Two interesting transit resources
Revised in response to follow up of a comment by mattxmal
And in coming up with some links, I came across SEPTA's report, Modern Trolley Station Design Guide, which is relevant to transit stop and station planning beyond streetcars.
2. Free transit. Because some cities in Germany will be testing free transit as a air quality measure ("German cities to trial free public transport to cut pollution," Guardian) there has been a resurgence of interest in the free transit concept. (Separately some communities offer free transit to sub-groups such as youth or seniors, or discounted passes for seniors, low income households, or college students.)
-- Fare Free Public Transport website
For years I've relied ("Is making surface transit free the best transit investment DC can make?") on a series on free transit, No Fares!, published in The Tyee, the alternative weekly in Greater Vancouver. SF considered it, but didn't pursue it because they didn't have the funds to pay for the increased personnel, buses, and storage facilities. Sadly, they never released the study.
An article ("Why can’t public transit be free?") a few years ago in CityLab denigrates the idea because of vandalism and neerdowells, but they rely on very old research and this isn't much of a problem with fareless square transit in Calgary, Pittsburgh, and Salt Lake City.
Tourist towns. Besides various shuttle programs here and there across the country, since then I've learned that a number of resort communities in North America have free transit systems for their communities as a transportation demand management measure. But these places are small and not analogous to a larger city or county. I have referenced a Volpe Transportation Center study on that, which includes a mention of the sub-city free transit in the historic district of Savannah:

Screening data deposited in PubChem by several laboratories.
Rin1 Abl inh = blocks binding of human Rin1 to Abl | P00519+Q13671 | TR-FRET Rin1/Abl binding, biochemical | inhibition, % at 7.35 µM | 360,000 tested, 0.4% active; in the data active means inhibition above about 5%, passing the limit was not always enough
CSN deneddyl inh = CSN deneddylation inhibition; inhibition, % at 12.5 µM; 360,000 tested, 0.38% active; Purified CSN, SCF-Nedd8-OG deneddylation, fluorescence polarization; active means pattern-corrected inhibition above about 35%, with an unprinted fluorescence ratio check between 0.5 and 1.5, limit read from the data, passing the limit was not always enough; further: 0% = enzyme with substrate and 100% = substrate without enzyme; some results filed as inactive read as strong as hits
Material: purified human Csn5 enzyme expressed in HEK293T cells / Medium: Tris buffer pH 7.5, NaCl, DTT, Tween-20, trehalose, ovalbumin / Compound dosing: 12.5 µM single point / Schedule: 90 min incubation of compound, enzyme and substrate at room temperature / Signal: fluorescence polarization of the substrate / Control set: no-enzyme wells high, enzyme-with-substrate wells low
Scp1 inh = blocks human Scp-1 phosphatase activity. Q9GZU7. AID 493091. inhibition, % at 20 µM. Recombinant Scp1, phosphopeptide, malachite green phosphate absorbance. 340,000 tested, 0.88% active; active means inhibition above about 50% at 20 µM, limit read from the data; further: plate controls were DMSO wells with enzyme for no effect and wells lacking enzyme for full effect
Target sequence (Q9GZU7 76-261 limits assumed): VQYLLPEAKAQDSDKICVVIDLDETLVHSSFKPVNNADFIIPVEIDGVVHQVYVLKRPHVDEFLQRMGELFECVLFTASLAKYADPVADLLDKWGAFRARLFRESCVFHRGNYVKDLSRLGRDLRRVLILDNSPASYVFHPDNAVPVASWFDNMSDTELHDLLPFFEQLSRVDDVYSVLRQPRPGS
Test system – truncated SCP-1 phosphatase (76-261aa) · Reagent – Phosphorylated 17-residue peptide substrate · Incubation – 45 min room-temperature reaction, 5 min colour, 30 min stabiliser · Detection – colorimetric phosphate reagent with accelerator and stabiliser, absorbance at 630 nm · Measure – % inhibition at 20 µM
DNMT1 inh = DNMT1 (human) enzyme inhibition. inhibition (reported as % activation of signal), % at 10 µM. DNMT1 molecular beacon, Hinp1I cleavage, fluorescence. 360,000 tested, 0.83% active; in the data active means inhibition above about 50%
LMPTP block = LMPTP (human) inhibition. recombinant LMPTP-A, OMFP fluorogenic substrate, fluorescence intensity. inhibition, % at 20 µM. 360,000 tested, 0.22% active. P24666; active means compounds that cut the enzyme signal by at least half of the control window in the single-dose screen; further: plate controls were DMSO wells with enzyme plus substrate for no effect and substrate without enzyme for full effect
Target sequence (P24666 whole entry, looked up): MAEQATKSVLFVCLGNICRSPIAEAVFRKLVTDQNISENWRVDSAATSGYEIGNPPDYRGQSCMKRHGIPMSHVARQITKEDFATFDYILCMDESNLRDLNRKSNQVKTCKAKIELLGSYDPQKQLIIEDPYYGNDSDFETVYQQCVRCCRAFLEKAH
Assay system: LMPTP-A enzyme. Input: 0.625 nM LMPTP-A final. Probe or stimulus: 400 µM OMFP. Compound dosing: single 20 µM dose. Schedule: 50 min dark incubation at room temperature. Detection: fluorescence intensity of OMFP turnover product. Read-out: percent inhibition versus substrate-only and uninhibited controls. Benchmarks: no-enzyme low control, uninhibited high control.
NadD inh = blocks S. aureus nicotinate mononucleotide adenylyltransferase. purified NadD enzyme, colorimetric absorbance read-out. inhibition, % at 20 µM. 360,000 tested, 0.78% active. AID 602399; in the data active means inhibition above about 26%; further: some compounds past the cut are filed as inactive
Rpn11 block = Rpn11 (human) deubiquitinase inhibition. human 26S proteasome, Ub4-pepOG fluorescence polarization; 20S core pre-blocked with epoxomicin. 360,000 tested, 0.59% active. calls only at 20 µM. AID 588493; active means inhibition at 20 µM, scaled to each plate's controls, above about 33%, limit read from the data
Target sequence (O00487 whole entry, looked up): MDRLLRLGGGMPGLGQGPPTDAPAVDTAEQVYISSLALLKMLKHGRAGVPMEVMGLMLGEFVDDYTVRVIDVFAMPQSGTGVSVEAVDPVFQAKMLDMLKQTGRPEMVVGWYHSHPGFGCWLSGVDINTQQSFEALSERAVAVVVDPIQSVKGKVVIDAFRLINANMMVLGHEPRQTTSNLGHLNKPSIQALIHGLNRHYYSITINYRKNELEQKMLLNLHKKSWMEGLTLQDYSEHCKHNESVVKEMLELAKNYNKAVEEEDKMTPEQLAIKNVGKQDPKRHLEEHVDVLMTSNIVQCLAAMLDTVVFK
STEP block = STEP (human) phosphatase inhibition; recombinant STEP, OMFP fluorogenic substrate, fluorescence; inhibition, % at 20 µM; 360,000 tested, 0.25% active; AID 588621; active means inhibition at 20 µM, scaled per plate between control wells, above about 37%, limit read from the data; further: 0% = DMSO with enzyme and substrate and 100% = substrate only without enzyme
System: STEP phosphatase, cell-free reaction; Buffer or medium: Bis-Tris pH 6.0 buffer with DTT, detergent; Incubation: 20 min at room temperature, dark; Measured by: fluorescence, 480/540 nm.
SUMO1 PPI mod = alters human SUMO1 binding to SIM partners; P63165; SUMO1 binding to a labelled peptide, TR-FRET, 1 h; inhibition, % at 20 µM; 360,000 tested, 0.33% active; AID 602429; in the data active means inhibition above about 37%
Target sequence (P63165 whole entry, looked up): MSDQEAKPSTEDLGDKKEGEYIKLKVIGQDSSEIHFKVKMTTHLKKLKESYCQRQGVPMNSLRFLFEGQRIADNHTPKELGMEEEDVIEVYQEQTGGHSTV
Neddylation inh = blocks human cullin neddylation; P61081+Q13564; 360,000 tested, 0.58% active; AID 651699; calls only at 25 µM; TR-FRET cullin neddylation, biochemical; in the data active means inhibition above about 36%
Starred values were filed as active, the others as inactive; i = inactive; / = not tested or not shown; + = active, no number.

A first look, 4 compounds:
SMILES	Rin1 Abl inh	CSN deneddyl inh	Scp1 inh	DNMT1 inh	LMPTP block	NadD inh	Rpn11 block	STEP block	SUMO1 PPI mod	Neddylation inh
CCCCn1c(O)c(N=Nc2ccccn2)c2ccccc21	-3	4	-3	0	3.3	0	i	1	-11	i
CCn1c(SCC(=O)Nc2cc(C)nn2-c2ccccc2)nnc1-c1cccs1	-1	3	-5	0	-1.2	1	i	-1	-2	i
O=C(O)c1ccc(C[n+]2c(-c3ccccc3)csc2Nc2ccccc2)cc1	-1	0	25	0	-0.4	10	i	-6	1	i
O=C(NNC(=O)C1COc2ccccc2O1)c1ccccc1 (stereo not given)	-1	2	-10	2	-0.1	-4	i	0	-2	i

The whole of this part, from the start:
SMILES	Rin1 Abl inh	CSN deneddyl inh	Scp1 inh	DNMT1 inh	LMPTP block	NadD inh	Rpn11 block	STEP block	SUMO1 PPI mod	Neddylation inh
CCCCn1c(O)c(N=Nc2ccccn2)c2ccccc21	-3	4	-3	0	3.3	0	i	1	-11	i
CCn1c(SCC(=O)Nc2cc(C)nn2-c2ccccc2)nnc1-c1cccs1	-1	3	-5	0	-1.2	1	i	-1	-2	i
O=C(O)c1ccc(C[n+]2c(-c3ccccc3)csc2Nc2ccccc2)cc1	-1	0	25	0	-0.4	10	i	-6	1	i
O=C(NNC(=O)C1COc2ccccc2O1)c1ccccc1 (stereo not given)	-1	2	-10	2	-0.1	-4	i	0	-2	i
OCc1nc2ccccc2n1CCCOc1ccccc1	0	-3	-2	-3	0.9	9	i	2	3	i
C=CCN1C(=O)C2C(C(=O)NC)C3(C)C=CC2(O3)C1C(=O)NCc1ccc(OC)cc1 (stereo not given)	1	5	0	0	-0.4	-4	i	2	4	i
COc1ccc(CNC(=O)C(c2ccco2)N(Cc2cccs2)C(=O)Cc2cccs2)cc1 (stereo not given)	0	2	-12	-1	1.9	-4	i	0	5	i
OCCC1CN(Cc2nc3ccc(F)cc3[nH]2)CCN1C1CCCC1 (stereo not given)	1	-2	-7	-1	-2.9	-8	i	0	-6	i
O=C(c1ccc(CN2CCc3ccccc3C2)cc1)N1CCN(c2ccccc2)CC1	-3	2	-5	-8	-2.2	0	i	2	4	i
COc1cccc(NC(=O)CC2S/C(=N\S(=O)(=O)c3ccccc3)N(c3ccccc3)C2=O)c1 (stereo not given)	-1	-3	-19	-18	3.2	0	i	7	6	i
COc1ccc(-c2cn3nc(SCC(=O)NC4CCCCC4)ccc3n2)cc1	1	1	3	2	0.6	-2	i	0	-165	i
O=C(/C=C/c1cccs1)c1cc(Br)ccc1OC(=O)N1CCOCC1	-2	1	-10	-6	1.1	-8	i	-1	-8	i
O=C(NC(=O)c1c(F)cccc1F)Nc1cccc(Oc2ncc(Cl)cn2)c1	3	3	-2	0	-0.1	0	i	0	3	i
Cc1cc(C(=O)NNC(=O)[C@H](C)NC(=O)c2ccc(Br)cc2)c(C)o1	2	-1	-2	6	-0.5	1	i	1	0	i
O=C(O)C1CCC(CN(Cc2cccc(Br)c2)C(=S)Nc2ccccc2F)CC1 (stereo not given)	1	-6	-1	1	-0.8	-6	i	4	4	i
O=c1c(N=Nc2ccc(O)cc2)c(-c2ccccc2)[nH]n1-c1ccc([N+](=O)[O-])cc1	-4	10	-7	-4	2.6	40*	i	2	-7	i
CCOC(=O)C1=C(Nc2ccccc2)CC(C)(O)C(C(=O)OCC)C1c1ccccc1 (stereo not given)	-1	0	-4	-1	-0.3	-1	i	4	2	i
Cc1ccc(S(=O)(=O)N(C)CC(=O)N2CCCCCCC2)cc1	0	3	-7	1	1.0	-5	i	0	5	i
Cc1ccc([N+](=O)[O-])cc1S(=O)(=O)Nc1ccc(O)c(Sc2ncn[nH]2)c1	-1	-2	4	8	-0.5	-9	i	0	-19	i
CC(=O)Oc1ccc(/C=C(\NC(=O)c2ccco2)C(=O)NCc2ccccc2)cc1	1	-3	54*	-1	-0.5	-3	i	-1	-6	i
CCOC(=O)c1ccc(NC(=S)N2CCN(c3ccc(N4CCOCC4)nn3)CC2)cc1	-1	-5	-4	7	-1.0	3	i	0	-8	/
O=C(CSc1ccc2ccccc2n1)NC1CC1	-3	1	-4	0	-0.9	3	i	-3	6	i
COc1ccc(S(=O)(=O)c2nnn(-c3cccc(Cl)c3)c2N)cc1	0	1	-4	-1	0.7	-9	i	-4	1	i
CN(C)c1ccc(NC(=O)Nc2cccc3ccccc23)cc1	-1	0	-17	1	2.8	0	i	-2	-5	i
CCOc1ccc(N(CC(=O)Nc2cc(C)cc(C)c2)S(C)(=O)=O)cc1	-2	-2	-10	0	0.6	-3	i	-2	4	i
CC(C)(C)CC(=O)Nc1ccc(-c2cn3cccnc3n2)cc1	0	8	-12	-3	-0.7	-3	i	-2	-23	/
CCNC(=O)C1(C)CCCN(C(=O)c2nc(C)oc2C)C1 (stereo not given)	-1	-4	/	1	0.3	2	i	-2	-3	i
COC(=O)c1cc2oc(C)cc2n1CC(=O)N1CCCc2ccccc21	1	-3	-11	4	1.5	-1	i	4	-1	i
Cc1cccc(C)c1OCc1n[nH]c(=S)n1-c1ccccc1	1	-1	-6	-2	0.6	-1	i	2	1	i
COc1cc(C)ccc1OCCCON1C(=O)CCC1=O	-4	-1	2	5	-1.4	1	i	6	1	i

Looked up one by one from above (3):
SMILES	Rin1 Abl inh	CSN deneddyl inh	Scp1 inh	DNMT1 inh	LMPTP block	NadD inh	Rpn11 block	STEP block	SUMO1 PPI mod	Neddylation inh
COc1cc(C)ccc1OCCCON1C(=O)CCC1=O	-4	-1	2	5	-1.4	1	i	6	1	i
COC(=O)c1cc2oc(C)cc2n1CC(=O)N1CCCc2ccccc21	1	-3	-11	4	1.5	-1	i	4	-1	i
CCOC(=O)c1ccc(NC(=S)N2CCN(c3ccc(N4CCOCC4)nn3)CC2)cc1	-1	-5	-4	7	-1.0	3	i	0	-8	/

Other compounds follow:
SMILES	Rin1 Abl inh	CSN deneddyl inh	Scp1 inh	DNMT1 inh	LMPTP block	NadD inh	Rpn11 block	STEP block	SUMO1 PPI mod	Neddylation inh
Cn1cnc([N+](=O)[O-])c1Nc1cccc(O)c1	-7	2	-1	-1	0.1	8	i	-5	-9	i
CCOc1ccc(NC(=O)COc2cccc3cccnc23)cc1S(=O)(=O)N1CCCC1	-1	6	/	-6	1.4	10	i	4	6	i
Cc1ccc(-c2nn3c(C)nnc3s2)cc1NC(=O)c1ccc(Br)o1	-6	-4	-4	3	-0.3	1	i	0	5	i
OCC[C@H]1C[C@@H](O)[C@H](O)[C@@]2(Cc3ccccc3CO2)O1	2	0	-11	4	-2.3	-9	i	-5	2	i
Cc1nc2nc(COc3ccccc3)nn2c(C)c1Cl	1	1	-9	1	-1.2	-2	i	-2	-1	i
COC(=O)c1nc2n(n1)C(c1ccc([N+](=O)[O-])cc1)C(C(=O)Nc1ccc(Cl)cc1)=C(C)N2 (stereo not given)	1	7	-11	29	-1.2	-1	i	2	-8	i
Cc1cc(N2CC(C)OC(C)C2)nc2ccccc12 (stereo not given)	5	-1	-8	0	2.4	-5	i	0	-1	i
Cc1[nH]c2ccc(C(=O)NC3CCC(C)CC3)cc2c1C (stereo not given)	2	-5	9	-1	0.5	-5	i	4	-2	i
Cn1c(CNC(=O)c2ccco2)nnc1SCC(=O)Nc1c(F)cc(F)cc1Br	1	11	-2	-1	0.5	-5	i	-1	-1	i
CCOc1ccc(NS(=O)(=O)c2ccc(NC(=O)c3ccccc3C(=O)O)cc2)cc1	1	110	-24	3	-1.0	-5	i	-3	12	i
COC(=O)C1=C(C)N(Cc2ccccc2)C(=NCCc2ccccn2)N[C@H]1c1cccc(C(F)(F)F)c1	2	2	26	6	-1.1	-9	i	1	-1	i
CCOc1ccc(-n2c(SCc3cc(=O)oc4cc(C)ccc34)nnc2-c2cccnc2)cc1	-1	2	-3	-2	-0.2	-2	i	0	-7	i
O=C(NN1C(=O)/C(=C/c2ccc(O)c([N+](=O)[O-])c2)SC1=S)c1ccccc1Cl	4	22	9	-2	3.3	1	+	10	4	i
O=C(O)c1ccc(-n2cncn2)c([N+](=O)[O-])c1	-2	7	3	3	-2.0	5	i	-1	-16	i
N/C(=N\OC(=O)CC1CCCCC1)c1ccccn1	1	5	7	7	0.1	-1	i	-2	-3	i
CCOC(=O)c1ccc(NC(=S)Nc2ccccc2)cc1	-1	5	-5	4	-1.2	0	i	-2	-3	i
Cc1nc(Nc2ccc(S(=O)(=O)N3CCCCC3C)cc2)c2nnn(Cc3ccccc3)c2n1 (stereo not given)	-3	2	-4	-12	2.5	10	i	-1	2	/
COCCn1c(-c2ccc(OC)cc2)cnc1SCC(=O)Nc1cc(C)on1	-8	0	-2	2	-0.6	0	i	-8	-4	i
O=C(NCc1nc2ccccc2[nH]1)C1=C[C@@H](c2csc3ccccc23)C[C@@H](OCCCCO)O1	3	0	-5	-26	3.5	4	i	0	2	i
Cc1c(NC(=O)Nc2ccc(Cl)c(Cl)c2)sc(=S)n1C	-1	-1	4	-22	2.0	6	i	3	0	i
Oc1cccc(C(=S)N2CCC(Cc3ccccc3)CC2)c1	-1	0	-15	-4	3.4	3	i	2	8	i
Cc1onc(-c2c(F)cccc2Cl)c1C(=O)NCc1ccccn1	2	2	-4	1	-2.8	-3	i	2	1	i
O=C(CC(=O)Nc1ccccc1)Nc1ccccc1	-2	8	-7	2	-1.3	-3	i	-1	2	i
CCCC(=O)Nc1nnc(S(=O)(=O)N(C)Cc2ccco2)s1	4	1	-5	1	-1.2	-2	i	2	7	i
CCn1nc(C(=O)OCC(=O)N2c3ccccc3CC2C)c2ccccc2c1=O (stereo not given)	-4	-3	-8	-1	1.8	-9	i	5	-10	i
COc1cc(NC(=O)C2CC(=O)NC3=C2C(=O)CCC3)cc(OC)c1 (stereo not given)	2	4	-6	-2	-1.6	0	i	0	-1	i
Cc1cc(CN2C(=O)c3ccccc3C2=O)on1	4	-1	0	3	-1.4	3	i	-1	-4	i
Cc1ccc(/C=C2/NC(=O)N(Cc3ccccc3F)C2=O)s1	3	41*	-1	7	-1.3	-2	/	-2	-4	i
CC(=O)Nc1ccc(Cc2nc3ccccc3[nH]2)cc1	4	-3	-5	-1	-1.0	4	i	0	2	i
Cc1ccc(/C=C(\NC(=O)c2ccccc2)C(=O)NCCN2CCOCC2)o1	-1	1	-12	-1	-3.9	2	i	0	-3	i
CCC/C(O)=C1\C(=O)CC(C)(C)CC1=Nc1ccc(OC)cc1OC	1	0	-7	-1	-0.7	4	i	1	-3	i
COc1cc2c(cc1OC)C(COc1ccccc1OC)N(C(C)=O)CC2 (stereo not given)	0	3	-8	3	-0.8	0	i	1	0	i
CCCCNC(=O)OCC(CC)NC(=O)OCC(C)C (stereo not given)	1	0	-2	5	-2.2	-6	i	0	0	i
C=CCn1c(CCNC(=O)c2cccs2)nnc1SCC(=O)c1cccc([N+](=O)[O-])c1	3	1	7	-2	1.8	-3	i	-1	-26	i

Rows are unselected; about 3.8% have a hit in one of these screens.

-- Visitor Transportation Study: Report on Urban Visitor Transportation Services
College towns. Mattxmal calls our attention to the fact that some college towns have free transit too, usually in combination with the local university. For example, Central Washington University used to do this in Ellensburg, and transit is free in Chapel Hill, North Carolina, although the system is run by the city with some financial support from the University of North Carolina.
It turns out there is a Transit Cooperative Research Project report on the subject:
-- Implementation and Outcomes of Fare-Free Transit Systems (registration required for access)
Railway Technology has a piece on the subject, "Free transport: does opening up the railways make sense?," and it cites a journal article on Talinn, Estonia, the biggest example in the world of a city that offers free transit, which even extends to commuter rail ("The prospects of fare-free public transport: evidence from Tallinn," Transportation, 44:5, September 2017).
From the article:
Cats’s analysis indicated clear benefits. A year in, public transport usage increased by 14%. During the first quarter of 2013, traffic congestion in the city centre was down 15% compared with the end of 2012, while car use throughout had been reduced by 9%.
The criticism is somewhat comparable to a criticism of free transit districts in North America, that the benefits go mostly to people who can afford to pay for transit. Although I think that misses a key point, that congestion management and maintaining the economic relevance of the central business district are important public policy goals.
I never have looked to see if there are good studies on the impact of free transit zones in North America. After the Global Financial Crisis, Portland and Seattle ended theirs, but Salt Lake City and Pittsburgh still have free transit zones in their Downtowns, as does Calgary, Alberta.
The RT article discusses the possibility of extending the free transit experiment to railroad service, and lists some examples of tests, including the Utah Transit Authority's test of "Fridays Free" on their commuter rail. Like SF, they argue that it's not affordable as a regular practice because of the need for more equipment and personnel, and limited funds to pay for such expansion.